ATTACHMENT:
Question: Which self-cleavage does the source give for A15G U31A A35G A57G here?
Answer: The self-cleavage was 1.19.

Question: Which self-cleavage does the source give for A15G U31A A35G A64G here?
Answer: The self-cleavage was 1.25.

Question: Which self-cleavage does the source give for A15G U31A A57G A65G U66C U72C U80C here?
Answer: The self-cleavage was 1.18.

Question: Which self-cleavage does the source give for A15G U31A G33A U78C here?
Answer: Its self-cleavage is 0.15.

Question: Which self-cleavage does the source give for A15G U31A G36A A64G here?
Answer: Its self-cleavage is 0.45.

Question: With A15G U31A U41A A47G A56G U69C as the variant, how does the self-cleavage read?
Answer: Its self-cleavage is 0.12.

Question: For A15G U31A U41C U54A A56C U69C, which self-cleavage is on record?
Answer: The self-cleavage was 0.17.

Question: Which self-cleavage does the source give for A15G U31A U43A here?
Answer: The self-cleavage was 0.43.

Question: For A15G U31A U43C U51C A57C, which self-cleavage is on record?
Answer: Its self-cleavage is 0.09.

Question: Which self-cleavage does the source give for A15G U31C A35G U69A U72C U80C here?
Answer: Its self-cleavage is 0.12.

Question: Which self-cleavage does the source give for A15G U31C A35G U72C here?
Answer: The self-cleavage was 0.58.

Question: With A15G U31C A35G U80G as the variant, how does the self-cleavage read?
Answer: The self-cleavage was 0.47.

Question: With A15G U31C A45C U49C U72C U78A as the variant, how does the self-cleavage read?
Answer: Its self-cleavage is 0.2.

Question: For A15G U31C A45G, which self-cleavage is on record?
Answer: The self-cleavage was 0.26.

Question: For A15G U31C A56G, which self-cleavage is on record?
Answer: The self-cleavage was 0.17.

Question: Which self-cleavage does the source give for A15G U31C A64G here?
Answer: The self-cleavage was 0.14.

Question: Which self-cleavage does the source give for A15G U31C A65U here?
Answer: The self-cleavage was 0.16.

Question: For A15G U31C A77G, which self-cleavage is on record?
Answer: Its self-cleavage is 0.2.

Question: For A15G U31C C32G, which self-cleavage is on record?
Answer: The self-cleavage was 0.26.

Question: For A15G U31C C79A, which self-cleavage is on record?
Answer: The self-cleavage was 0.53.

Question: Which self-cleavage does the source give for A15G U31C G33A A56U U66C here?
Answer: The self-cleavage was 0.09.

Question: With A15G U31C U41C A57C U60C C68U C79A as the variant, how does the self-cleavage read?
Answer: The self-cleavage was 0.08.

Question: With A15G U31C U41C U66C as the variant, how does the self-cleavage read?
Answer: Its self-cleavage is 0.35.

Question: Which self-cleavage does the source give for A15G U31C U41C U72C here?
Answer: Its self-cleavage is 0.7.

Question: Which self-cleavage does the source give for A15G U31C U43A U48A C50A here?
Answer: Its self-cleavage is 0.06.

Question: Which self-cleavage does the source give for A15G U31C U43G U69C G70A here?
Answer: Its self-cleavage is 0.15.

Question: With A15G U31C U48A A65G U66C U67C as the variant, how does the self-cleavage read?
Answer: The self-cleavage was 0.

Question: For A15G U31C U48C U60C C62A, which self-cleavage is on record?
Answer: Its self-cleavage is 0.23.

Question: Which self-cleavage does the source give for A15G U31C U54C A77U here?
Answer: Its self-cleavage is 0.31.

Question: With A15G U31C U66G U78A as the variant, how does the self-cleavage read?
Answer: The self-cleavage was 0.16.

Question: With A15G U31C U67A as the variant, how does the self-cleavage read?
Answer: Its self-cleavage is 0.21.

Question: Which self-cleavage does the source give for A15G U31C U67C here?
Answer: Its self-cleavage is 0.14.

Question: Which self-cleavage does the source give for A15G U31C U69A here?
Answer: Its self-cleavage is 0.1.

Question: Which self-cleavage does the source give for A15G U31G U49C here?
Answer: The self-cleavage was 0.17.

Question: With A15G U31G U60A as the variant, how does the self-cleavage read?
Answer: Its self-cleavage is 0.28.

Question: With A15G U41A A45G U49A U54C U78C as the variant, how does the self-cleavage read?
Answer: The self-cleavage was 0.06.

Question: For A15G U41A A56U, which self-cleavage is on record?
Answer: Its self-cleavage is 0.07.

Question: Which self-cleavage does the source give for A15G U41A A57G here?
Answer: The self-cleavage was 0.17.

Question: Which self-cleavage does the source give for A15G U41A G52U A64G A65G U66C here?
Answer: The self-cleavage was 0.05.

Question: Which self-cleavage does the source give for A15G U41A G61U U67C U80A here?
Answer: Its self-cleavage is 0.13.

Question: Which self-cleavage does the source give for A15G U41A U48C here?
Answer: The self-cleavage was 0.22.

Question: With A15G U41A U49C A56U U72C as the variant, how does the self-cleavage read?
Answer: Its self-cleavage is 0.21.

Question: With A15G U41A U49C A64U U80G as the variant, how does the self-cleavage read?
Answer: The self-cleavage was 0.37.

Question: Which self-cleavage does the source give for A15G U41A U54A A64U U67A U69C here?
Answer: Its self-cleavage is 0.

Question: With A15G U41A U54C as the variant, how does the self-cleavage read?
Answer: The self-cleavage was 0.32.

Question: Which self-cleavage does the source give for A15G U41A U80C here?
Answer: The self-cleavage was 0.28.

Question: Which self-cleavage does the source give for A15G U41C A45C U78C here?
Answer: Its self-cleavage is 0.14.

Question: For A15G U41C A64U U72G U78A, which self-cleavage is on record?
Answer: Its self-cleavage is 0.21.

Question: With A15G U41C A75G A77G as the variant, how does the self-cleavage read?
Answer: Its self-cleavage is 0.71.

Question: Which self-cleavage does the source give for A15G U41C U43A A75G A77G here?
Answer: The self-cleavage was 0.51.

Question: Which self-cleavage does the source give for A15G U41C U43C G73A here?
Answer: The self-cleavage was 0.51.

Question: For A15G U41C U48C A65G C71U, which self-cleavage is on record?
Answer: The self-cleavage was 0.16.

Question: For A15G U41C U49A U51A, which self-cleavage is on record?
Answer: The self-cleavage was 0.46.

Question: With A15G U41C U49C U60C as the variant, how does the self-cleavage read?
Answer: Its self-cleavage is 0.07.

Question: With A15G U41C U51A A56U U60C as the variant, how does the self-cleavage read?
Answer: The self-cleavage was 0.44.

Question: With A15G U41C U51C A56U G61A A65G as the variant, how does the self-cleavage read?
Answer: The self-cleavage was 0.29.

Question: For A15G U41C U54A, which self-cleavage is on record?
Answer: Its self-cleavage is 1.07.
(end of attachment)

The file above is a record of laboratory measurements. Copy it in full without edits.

Question: Which self-cleavage does the source give for A15G U31A A35G A57G here?
Answer: The self-cleavage was 1.19.

Question: Which self-cleavage does the source give for A15G U31A A35G A64G here?
Answer: The self-cleavage was 1.25.

Question: Which self-cleavage does the source give for A15G U31A A57G A65G U66C U72C U80C here?
Answer: The self-cleavage was 1.18.

Question: Which self-cleavage does the source give for A15G U31A G33A U78C here?
Answer: Its self-cleavage is 0.15.

Question: Which self-cleavage does the source give for A15G U31A G36A A64G here?
Answer: Its self-cleavage is 0.45.

Question: With A15G U31A U41A A47G A56G U69C as the variant, how does the self-cleavage read?
Answer: Its self-cleavage is 0.12.

Question: For A15G U31A U41C U54A A56C U69C, which self-cleavage is on record?
Answer: The self-cleavage was 0.17.

Question: Which self-cleavage does the source give for A15G U31A U43A here?
Answer: The self-cleavage was 0.43.

Question: For A15G U31A U43C U51C A57C, which self-cleavage is on record?
Answer: Its self-cleavage is 0.09.

Question: Which self-cleavage does the source give for A15G U31C A35G U69A U72C U80C here?
Answer: Its self-cleavage is 0.12.

Question: Which self-cleavage does the source give for A15G U31C A35G U72C here?
Answer: The self-cleavage was 0.58.

Question: With A15G U31C A35G U80G as the variant, how does the self-cleavage read?
Answer: The self-cleavage was 0.47.

Question: With A15G U31C A45C U49C U72C U78A as the variant, how does the self-cleavage read?
Answer: Its self-cleavage is 0.2.

Question: For A15G U31C A45G, which self-cleavage is on record?
Answer: The self-cleavage was 0.26.

Question: For A15G U31C A56G, which self-cleavage is on record?
Answer: The self-cleavage was 0.17.

Question: Which self-cleavage does the source give for A15G U31C A64G here?
Answer: The self-cleavage was 0.14.

Question: Which self-cleavage does the source give for A15G U31C A65U here?
Answer: The self-cleavage was 0.16.

Question: For A15G U31C A77G, which self-cleavage is on record?
Answer: Its self-cleavage is 0.2.

Question: For A15G U31C C32G, which self-cleavage is on record?
Answer: The self-cleavage was 0.26.

Question: For A15G U31C C79A, which self-cleavage is on record?
Answer: The self-cleavage was 0.53.

Question: Which self-cleavage does the source give for A15G U31C G33A A56U U66C here?
Answer: The self-cleavage was 0.09.

Question: With A15G U31C U41C A57C U60C C68U C79A as the variant, how does the self-cleavage read?
Answer: The self-cleavage was 0.08.

Question: With A15G U31C U41C U66C as the variant, how does the self-cleavage read?
Answer: Its self-cleavage is 0.35.

Question: Which self-cleavage does the source give for A15G U31C U41C U72C here?
Answer: Its self-cleavage is 0.7.

Question: Which self-cleavage does the source give for A15G U31C U43A U48A C50A here?
Answer: Its self-cleavage is 0.06.

Question: Which self-cleavage does the source give for A15G U31C U43G U69C G70A here?
Answer: Its self-cleavage is 0.15.

Question: With A15G U31C U48A A65G U66C U67C as the variant, how does the self-cleavage read?
Answer: The self-cleavage was 0.

Question: For A15G U31C U48C U60C C62A, which self-cleavage is on record?
Answer: Its self-cleavage is 0.23.

Question: Which self-cleavage does the source give for A15G U31C U54C A77U here?
Answer: Its self-cleavage is 0.31.

Question: With A15G U31C U66G U78A as the variant, how does the self-cleavage read?
Answer: The self-cleavage was 0.16.

Question: With A15G U31C U67A as the variant, how does the self-cleavage read?
Answer: Its self-cleavage is 0.21.

Question: Which self-cleavage does the source give for A15G U31C U67C here?
Answer: Its self-cleavage is 0.14.

Question: Which self-cleavage does the source give for A15G U31C U69A here?
Answer: Its self-cleavage is 0.1.

Question: Which self-cleavage does the source give for A15G U31G U49C here?
Answer: The self-cleavage was 0.17.

Question: With A15G U31G U60A as the variant, how does the self-cleavage read?
Answer: Its self-cleavage is 0.28.

Question: With A15G U41A A45G U49A U54C U78C as the variant, how does the self-cleavage read?
Answer: The self-cleavage was 0.06.

Question: For A15G U41A A56U, which self-cleavage is on record?
Answer: Its self-cleavage is 0.07.

Question: Which self-cleavage does the source give for A15G U41A A57G here?
Answer: The self-cleavage was 0.17.

Question: Which self-cleavage does the source give for A15G U41A G52U A64G A65G U66C here?
Answer: The self-cleavage was 0.05.

Question: Which self-cleavage does the source give for A15G U41A G61U U67C U80A here?
Answer: Its self-cleavage is 0.13.

Question: Which self-cleavage does the source give for A15G U41A U48C here?
Answer: The self-cleavage was 0.22.

Question: With A15G U41A U49C A56U U72C as the variant, how does the self-cleavage read?
Answer: Its self-cleavage is 0.21.

Question: With A15G U41A U49C A64U U80G as the variant, how does the self-cleavage read?
Answer: The self-cleavage was 0.37.

Question: Which self-cleavage does the source give for A15G U41A U54A A64U U67A U69C here?
Answer: Its self-cleavage is 0.

Question: With A15G U41A U54C as the variant, how does the self-cleavage read?
Answer: The self-cleavage was 0.32.

Question: Which self-cleavage does the source give for A15G U41A U80C here?
Answer: The self-cleavage was 0.28.

Question: Which self-cleavage does the source give for A15G U41C A45C U78C here?
Answer: Its self-cleavage is 0.14.

Question: For A15G U41C A64U U72G U78A, which self-cleavage is on record?
Answer: Its self-cleavage is 0.21.

Question: With A15G U41C A75G A77G as the variant, how does the self-cleavage read?
Answer: Its self-cleavage is 0.71.

Question: Which self-cleavage does the source give for A15G U41C U43A A75G A77G here?
Answer: The self-cleavage was 0.51.

Question: Which self-cleavage does the source give for A15G U41C U43C G73A here?
Answer: The self-cleavage was 0.51.

Question: For A15G U41C U48C A65G C71U, which self-cleavage is on record?
Answer: The self-cleavage was 0.16.

Question: For A15G U41C U49A U51A, which self-cleavage is on record?
Answer: The self-cleavage was 0.46.

Question: With A15G U41C U49C U60C as the variant, how does the self-cleavage read?
Answer: Its self-cleavage is 0.07.

Question: With A15G U41C U51A A56U U60C as the variant, how does the self-cleavage read?
Answer: The self-cleavage was 0.44.

Question: With A15G U41C U51C A56U G61A A65G as the variant, how does the self-cleavage read?
Answer: The self-cleavage was 0.29.

Question: For A15G U41C U54A, which self-cleavage is on record?
Answer: Its self-cleavage is 1.07.